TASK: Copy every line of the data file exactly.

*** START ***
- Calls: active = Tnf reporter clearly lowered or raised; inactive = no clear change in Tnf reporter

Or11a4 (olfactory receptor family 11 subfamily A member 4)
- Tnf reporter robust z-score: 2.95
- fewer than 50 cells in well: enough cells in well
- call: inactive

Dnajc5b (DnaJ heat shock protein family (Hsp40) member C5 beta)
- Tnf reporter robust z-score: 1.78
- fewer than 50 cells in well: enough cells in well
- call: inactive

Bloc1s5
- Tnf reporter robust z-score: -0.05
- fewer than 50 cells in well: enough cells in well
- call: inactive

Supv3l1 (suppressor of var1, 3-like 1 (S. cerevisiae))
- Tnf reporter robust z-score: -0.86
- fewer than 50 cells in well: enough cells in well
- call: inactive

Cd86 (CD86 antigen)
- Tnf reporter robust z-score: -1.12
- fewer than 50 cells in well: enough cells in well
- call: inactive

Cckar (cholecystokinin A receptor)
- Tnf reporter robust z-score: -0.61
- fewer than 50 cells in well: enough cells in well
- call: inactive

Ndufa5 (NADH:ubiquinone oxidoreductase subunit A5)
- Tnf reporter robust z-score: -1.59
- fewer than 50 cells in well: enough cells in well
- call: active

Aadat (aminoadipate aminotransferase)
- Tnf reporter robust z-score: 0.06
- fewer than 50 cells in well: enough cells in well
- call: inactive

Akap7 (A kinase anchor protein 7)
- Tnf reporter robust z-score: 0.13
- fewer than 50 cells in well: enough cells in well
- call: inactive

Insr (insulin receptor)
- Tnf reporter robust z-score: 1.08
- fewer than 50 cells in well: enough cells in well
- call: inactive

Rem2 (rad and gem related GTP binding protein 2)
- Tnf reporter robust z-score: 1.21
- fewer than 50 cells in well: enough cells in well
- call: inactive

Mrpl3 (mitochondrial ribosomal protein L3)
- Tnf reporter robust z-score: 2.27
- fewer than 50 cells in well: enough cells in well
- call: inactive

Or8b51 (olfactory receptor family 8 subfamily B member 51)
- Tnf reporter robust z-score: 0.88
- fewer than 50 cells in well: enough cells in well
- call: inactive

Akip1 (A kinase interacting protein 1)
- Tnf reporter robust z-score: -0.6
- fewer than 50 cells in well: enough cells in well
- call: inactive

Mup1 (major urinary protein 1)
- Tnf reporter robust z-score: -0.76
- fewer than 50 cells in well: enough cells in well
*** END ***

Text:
- Calls: active = Tnf reporter clearly lowered or raised; inactive = no clear change in Tnf reporter

Or11a4 (olfactory receptor family 11 subfamily A member 4)
- Tnf reporter robust z-score: 2.95
- fewer than 50 cells in well: enough cells in well
- call: inactive

Dnajc5b (DnaJ heat shock protein family (Hsp40) member C5 beta)
- Tnf reporter robust z-score: 1.78
- fewer than 50 cells in well: enough cells in well
- call: inactive

Bloc1s5
- Tnf reporter robust z-score: -0.05
- fewer than 50 cells in well: enough cells in well
- call: inactive

Supv3l1 (suppressor of var1, 3-like 1 (S. cerevisiae))
- Tnf reporter robust z-score: -0.86
- fewer than 50 cells in well: enough cells in well
- call: inactive

Cd86 (CD86 antigen)
- Tnf reporter robust z-score: -1.12
- fewer than 50 cells in well: enough cells in well
- call: inactive

Cckar (cholecystokinin A receptor)
- Tnf reporter robust z-score: -0.61
- fewer than 50 cells in well: enough cells in well
- call: inactive

Ndufa5 (NADH:ubiquinone oxidoreductase subunit A5)
- Tnf reporter robust z-score: -1.59
- fewer than 50 cells in well: enough cells in well
- call: active

Aadat (aminoadipate aminotransferase)
- Tnf reporter robust z-score: 0.06
- fewer than 50 cells in well: enough cells in well
- call: inactive

Akap7 (A kinase anchor protein 7)
- Tnf reporter robust z-score: 0.13
- fewer than 50 cells in well: enough cells in well
- call: inactive

Insr (insulin receptor)
- Tnf reporter robust z-score: 1.08
- fewer than 50 cells in well: enough cells in well
- call: inactive

Rem2 (rad and gem related GTP binding protein 2)
- Tnf reporter robust z-score: 1.21
- fewer than 50 cells in well: enough cells in well
- call: inactive

Mrpl3 (mitochondrial ribosomal protein L3)
- Tnf reporter robust z-score: 2.27
- fewer than 50 cells in well: enough cells in well
- call: inactive

Or8b51 (olfactory receptor family 8 subfamily B member 51)
- Tnf reporter robust z-score: 0.88
- fewer than 50 cells in well: enough cells in well
- call: inactive

Akip1 (A kinase interacting protein 1)
- Tnf reporter robust z-score: -0.6
- fewer than 50 cells in well: enough cells in well
- call: inactive

Mup1 (major urinary protein 1)
- Tnf reporter robust z-score: -0.76
- fewer than 50 cells in well: enough cells in well